Ross begins third term as Laughlin constable
LAUGHLIN — The public was invited to attend the 2019 inauguration of Laughlin Constable Jordan Ross on Jan. 2.
The inauguration took place at the Laughlin Township Hall. This is Ross’ third consecutive term as constable.
He was sworn into office by oath on Wednesday administered by Justice of the Peace Timothy Atkins from the Laughlin Township Justice Court.
“I can’t thank the people who keep my office running enough,” Ross said during his brief remarks at the inauguration. “I also really appreciate everyone else who came today. I appreciate your support and look forward to another four years.”
Ross has lived in Laughlin for almost 16 years and likes the lack of crime, traffic and smog. To him, it has all the amenities without the big-city problems. However, throughout his time living in the township, he saw a lack of representation and a need. That’s when he decided to run for Laughlin constable.
In November of 2010, Ross, a Republican, won the election after defeating a five-term Democratic incumbent, Patrick Ketterer, by a margin of 12 percent. Ketterer was in the constable role since 1991.
In 2014 Ross was re-elected, and in 2018 ran for a third term unopposed.
Since being in office, Ross has chaired Laughlin Precinct meetings, extended his office to include general constituent services and created the Laughlin Constable Citizens Hotline. This is a 24-hour phone line that lets Laughlin citizens voice their concerns over various issues.
He also led a group of citizens to the Clark County Board of Commissioners to protest the method of selection for Laughlin Town Advisory Board. He and many other Laughlin residents were against the practice of having LTAB members appointed by the county board, insisting that LTAB members should be chosen by local voters.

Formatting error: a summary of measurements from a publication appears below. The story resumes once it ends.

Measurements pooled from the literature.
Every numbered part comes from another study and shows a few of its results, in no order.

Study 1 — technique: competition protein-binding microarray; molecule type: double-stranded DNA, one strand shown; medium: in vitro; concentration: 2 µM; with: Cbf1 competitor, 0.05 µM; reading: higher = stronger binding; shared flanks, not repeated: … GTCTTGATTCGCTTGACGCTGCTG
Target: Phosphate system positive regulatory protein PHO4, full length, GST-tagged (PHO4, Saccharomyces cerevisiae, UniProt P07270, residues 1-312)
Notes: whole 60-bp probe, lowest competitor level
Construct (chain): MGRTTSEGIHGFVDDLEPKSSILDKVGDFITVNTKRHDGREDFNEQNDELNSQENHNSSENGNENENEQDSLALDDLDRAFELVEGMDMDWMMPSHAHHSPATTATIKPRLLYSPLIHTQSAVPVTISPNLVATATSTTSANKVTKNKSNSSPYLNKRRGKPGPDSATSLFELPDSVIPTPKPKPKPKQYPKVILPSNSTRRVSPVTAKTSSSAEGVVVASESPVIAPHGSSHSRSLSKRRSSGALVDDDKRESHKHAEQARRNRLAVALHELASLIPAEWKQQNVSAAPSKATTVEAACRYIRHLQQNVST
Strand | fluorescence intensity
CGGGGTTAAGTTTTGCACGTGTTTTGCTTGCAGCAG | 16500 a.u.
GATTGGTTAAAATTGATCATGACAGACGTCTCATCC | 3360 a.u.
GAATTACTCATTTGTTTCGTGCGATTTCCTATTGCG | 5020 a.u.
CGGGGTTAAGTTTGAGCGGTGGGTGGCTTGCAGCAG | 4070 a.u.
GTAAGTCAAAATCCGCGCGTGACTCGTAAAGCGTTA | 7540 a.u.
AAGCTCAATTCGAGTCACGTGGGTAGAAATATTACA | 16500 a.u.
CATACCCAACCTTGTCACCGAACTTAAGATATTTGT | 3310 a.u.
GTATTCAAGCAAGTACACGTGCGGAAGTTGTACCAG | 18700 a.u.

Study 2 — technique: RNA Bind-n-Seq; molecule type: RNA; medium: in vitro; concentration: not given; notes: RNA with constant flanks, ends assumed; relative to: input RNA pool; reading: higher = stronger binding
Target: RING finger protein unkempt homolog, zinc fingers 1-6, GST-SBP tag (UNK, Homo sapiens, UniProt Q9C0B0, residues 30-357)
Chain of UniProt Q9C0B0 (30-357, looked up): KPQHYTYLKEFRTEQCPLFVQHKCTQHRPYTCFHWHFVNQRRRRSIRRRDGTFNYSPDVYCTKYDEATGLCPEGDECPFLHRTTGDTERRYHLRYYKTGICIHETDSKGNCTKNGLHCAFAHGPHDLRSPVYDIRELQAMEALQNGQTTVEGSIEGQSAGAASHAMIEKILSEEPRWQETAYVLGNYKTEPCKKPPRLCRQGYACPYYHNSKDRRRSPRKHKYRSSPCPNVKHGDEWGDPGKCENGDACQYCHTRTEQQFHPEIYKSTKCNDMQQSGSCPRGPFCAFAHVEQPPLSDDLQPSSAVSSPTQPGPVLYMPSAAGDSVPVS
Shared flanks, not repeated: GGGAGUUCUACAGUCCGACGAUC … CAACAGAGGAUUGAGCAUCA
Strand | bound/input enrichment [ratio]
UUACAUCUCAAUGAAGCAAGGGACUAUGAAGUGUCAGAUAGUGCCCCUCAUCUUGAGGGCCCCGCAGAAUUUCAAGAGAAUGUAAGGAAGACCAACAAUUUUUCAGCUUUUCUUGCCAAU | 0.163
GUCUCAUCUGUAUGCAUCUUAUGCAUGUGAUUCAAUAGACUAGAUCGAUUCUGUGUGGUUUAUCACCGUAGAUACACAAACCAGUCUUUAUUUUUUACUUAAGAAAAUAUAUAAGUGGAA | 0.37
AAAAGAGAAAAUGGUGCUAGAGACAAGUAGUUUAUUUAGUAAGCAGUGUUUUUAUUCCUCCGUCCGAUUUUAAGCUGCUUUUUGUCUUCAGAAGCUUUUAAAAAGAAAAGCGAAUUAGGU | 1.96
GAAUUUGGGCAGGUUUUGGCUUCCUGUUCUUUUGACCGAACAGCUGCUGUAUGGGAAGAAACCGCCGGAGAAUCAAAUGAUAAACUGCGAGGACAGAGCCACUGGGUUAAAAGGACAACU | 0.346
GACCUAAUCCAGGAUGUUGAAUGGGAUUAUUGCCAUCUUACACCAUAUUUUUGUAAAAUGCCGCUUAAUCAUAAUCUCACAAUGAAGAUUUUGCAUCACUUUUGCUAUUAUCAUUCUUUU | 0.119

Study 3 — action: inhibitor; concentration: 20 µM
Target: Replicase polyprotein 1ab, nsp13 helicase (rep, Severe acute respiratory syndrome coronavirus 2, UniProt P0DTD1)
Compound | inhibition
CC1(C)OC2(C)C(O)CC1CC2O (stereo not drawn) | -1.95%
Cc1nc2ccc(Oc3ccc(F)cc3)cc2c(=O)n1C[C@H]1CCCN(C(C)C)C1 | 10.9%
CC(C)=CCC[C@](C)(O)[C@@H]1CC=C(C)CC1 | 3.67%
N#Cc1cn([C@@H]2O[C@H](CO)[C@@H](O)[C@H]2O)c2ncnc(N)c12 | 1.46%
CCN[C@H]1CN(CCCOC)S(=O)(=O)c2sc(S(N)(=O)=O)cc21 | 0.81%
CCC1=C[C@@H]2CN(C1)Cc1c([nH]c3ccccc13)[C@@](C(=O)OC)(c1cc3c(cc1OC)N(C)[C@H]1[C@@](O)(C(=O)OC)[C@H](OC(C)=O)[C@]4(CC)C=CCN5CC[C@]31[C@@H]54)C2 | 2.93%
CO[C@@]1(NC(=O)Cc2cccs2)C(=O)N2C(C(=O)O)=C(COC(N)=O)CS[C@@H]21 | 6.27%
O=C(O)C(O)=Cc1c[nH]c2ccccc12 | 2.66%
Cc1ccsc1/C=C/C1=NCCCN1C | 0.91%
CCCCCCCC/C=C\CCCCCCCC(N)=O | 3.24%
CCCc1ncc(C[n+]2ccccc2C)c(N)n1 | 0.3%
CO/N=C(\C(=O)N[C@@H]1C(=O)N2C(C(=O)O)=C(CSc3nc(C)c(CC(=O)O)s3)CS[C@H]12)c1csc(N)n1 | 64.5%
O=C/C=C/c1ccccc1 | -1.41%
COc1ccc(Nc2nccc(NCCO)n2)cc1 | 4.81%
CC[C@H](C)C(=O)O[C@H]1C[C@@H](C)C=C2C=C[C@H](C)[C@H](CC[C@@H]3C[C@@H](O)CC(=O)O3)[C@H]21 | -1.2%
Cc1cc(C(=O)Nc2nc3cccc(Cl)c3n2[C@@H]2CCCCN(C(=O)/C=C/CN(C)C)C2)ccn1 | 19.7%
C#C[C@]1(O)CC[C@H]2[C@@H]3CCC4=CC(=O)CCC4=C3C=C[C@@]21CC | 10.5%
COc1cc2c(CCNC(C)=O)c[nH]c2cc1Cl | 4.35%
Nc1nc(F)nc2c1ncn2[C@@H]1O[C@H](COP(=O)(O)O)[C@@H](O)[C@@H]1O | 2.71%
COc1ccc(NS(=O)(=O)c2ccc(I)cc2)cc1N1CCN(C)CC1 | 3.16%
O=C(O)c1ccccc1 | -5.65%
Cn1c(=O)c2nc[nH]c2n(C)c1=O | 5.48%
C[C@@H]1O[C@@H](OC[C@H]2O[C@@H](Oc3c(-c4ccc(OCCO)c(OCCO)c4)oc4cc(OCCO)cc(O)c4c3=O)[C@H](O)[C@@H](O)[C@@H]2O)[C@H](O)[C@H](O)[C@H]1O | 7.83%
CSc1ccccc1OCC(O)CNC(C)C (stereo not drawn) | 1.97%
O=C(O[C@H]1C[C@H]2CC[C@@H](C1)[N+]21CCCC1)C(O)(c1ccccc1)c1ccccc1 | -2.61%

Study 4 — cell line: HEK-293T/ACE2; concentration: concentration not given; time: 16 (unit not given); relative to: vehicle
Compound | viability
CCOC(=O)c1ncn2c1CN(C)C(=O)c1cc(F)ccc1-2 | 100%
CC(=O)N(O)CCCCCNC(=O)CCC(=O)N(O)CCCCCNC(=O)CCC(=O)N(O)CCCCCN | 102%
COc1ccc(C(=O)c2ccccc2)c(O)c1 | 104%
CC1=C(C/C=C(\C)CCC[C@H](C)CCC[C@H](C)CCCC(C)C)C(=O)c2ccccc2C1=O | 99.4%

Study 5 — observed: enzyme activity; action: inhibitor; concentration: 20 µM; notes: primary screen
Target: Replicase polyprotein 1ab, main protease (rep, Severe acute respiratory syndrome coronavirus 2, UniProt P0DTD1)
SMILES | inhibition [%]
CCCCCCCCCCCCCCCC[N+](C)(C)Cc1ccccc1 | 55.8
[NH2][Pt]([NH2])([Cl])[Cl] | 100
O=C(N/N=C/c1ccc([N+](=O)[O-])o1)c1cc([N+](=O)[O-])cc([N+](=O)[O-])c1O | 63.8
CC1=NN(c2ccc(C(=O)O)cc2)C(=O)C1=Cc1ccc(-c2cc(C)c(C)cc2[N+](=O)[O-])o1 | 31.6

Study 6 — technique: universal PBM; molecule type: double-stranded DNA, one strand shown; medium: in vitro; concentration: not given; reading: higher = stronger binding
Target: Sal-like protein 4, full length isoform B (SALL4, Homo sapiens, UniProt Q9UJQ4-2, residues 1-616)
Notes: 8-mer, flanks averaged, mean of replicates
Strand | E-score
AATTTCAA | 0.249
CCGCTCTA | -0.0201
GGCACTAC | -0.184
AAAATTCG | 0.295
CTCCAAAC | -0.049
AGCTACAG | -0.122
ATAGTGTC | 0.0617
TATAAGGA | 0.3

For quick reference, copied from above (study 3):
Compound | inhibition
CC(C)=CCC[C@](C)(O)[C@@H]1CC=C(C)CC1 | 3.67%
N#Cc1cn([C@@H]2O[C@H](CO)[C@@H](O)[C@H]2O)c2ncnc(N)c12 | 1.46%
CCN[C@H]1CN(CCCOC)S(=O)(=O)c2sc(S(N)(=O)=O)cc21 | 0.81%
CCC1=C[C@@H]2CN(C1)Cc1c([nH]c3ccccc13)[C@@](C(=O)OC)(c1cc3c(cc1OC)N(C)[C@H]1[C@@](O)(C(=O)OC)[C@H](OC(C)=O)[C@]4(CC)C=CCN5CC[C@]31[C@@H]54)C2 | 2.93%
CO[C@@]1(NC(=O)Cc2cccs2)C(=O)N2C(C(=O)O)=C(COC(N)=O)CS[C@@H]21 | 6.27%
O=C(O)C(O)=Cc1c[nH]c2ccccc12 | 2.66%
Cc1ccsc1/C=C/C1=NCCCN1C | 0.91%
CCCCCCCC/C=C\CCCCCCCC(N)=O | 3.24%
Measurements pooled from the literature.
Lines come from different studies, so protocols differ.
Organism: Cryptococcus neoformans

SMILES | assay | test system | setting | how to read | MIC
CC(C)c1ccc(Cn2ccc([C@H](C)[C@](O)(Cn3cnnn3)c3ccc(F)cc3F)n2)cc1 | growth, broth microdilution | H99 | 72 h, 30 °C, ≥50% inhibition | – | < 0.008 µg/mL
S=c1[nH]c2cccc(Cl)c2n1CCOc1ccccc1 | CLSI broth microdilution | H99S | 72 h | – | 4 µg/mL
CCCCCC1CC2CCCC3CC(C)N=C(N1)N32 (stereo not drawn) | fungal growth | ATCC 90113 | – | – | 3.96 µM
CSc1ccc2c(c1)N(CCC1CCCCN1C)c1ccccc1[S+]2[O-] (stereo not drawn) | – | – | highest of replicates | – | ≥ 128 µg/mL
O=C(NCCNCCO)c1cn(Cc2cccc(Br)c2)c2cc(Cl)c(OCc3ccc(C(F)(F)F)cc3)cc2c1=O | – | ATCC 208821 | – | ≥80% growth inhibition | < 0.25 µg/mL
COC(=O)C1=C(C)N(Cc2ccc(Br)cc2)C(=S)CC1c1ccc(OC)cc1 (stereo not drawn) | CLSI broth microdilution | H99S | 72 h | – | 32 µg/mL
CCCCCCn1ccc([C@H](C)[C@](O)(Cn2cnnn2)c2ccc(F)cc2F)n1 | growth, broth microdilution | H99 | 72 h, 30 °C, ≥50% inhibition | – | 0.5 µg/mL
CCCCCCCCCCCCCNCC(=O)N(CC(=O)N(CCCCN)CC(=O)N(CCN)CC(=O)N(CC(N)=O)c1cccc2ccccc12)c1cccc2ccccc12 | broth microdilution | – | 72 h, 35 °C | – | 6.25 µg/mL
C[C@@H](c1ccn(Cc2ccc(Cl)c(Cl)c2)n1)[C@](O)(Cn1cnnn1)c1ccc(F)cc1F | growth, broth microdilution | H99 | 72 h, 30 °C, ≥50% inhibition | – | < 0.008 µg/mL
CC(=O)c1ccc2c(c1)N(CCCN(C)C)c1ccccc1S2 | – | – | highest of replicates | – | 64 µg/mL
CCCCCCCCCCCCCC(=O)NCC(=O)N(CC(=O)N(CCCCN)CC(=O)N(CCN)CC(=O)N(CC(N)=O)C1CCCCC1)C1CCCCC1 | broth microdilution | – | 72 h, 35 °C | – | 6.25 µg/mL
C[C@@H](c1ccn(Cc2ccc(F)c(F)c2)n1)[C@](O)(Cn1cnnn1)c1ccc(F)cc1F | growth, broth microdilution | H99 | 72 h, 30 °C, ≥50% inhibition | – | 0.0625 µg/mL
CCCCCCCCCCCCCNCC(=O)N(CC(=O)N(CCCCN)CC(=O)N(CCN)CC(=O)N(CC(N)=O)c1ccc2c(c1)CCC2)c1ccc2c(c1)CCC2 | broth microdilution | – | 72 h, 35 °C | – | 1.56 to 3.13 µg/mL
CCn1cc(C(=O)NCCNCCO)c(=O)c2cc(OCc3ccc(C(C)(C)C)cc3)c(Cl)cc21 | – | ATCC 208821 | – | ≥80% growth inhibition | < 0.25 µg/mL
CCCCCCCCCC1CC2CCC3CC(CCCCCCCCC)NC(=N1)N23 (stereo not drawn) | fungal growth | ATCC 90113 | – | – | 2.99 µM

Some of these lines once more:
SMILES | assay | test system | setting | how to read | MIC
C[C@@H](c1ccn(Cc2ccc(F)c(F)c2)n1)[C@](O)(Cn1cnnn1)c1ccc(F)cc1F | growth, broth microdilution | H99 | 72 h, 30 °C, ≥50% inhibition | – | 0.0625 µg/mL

His efforts, and those of others, eventually resonated with the board of commissioners; 2016 was the first year of directly elected LTAB members.
Ross is starting his third term by bringing back the quarterly constable town hall meetings, which take place at the Laughlin Library.
“I am very excited to bring them back as it allows me to meet with people on a regular basis,” Ross said. “It brings their issues face-to-face, and it’s a great way to get information out to the people.”
Nevada constables are civil enforcement officers who focus on complaints, civil subpoenas, enforcing wage and bank garnishments, evictions, civil bench warrants, property seizure and conducting public auctions. They also can make arrests.
Ross said he spends 20 percent of his workweek helping people with social services. He acts as an intermediary to help people on all matters of public policy whether it is federal, state or local.
The calls could range from why someone didn’t get his or her Social Security check to dealing with barking dogs and pothole complaints. He recalled getting many phone calls from parents who were concerned by talk of eliminating a math teacher from the Laughlin High School because it would result in students not getting enough opportunities for advanced placement credits.
Ross is an active member with the Republican Party as he is the state whip for the Nevada Republican Party. He said he has no other political aspirations but hopes to have a future fourth term as Laughlin constable.
“This job works for me, I work for it, and I think I have many years to work as the constable before I do anything else,” Ross said.
He has been married to his wife, Linda, since 1984 and has two grown children, Gina and Brandon.
“I can’t thank my lovely wife Linda enough, who is significantly my better half,” Ross said.
The Laughlin constable office is at 55 Civic Way, inside the Clark County Community Resources Center. For more information about the constable’s office go to laughlinconstable.org or call 702-298-2311.